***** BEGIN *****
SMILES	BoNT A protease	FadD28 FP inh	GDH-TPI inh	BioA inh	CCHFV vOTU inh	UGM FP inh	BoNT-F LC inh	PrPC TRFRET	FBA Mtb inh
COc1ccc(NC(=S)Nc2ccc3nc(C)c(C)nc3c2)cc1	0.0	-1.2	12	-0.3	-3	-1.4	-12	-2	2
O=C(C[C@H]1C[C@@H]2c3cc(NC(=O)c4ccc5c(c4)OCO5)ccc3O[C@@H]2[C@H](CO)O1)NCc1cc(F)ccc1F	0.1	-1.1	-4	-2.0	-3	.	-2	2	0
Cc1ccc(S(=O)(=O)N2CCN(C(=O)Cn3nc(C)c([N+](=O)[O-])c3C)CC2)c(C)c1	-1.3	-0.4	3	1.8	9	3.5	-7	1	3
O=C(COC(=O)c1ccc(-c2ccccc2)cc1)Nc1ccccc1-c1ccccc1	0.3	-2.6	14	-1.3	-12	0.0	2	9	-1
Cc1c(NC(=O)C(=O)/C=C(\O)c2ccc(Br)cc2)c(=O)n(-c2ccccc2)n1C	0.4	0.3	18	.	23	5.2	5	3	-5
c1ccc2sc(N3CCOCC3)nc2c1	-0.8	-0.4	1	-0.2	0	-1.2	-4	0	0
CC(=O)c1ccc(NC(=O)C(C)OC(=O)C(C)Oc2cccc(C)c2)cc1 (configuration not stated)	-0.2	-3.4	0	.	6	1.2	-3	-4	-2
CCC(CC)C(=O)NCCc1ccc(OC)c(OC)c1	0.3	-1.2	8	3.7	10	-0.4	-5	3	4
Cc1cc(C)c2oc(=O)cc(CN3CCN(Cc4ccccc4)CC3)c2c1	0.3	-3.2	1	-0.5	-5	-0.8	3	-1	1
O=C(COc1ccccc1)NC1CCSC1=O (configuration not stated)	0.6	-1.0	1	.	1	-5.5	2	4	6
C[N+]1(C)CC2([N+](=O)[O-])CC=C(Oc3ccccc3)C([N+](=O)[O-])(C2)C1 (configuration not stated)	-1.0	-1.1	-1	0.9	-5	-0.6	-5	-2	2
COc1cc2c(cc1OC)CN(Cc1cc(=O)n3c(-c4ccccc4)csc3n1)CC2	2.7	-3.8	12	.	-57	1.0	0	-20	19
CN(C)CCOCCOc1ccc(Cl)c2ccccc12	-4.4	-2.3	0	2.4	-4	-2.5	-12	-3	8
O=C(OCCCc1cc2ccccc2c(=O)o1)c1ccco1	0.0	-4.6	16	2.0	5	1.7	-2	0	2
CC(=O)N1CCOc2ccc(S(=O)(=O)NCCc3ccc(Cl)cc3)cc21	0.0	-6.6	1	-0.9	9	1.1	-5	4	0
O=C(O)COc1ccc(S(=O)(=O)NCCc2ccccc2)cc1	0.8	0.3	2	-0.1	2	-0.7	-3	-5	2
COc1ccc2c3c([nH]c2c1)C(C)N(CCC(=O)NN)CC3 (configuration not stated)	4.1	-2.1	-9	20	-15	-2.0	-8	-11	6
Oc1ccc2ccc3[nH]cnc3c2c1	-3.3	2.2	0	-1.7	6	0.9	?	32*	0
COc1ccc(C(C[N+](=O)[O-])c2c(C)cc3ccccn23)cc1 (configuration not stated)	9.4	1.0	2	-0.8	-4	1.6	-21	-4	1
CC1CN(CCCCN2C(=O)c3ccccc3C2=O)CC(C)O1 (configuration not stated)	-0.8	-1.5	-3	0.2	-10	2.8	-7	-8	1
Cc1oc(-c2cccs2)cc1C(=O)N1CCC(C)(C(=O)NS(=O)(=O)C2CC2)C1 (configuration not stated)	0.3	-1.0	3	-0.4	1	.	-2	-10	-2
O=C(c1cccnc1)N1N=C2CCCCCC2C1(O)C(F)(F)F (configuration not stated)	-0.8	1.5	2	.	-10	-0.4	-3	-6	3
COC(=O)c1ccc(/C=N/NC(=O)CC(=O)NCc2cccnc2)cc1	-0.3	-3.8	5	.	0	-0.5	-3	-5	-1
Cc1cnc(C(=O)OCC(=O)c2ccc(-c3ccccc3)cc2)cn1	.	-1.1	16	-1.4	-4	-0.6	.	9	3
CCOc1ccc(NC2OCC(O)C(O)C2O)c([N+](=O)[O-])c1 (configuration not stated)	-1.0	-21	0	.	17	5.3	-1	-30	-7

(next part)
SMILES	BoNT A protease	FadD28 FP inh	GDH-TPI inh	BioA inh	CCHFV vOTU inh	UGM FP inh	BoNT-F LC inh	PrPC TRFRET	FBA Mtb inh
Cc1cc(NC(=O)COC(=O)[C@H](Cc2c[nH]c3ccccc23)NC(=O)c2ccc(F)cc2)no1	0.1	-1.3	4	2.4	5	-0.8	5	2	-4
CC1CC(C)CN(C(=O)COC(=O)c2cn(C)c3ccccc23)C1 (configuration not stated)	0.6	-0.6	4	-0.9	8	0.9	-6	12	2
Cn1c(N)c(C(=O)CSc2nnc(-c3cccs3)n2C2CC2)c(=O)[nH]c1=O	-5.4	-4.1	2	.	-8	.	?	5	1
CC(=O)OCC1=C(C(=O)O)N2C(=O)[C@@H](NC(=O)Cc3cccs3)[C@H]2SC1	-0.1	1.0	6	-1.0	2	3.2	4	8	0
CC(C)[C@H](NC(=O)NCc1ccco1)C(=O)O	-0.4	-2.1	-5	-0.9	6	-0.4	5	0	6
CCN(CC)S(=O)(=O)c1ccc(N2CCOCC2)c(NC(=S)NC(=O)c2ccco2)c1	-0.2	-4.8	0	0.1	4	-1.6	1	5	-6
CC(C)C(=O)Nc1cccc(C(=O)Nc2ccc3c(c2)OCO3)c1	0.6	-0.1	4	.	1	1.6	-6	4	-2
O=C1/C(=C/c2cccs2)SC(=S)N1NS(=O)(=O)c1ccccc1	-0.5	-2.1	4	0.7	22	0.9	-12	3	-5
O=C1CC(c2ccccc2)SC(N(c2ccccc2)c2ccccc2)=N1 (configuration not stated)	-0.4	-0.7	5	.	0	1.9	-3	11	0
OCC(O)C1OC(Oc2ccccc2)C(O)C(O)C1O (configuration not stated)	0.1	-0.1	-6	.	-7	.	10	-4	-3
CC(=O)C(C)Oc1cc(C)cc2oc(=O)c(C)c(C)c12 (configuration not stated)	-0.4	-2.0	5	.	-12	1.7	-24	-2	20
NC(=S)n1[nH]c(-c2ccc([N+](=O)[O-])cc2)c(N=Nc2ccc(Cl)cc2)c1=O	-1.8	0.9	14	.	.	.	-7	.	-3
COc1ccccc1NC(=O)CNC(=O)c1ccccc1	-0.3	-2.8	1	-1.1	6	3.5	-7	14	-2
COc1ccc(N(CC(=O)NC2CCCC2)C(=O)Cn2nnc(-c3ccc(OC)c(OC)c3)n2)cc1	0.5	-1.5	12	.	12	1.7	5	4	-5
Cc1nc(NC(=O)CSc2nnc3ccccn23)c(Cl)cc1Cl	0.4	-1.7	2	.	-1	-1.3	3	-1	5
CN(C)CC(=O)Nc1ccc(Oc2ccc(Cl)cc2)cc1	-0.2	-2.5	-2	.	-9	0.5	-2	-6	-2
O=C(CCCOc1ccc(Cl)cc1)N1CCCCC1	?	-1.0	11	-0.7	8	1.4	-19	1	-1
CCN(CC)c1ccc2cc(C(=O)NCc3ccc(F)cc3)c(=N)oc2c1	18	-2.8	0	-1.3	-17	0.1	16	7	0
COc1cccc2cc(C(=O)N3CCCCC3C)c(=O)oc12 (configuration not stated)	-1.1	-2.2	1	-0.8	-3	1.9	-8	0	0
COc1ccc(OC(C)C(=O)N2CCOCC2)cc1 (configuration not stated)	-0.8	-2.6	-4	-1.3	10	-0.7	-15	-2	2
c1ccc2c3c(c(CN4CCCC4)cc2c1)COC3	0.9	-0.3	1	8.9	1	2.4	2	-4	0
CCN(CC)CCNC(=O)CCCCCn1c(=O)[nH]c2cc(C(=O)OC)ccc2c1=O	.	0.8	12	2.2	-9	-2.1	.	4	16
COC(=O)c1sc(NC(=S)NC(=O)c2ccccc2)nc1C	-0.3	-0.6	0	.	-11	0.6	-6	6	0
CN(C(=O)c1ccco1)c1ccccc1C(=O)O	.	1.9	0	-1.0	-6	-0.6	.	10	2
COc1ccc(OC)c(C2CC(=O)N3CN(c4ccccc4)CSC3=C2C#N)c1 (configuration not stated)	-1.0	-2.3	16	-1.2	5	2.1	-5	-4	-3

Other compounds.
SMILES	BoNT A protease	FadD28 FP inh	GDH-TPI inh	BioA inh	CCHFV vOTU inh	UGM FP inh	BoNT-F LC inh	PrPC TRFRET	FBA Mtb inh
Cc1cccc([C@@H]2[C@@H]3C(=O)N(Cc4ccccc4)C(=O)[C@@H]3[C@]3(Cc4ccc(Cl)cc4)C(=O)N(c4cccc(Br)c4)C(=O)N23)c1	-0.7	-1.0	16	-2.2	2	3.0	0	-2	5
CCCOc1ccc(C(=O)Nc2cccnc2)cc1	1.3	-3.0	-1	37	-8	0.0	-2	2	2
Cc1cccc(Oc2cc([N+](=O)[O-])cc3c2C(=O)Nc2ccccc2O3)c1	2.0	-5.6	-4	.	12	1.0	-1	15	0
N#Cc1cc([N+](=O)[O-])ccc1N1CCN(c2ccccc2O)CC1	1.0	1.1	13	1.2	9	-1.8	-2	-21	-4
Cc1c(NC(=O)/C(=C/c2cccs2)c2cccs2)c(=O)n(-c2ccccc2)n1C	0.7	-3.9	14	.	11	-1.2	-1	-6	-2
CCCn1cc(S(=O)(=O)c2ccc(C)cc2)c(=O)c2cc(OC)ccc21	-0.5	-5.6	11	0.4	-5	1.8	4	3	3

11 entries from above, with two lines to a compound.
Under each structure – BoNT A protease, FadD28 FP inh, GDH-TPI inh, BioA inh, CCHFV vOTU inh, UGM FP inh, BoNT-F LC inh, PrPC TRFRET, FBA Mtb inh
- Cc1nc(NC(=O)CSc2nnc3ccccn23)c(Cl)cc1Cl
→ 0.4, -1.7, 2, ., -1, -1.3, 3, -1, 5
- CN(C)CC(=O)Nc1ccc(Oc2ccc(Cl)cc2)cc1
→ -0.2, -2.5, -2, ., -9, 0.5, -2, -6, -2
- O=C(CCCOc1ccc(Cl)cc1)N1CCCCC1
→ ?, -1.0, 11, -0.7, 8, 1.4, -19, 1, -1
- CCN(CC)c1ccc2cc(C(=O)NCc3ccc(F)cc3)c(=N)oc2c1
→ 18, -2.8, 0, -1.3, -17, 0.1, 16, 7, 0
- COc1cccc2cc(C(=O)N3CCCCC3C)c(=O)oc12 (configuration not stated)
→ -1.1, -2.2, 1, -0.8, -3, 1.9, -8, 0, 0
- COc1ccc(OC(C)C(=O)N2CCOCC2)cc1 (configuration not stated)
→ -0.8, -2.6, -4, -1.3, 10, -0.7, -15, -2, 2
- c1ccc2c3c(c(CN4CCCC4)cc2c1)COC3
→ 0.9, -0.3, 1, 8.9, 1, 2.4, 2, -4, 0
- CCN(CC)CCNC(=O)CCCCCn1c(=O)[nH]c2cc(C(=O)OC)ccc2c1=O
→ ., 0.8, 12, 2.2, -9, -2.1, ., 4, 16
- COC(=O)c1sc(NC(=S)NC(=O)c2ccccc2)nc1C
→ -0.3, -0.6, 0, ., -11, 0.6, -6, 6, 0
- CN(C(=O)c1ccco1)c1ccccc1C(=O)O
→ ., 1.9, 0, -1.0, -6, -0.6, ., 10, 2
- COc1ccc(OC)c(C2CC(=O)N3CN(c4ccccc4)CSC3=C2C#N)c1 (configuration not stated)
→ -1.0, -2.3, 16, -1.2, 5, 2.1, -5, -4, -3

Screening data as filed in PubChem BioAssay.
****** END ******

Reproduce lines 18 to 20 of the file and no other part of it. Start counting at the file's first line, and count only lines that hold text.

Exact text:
COc1ccc2c3c([nH]c2c1)C(C)N(CCC(=O)NN)CC3 (configuration not stated)	4.1	-2.1	-9	20	-15	-2.0	-8	-11	6
Oc1ccc2ccc3[nH]cnc3c2c1	-3.3	2.2	0	-1.7	6	0.9	?	32*	0
COc1ccc(C(C[N+](=O)[O-])c2c(C)cc3ccccn23)cc1 (configuration not stated)	9.4	1.0	2	-0.8	-4	1.6	-21	-4	1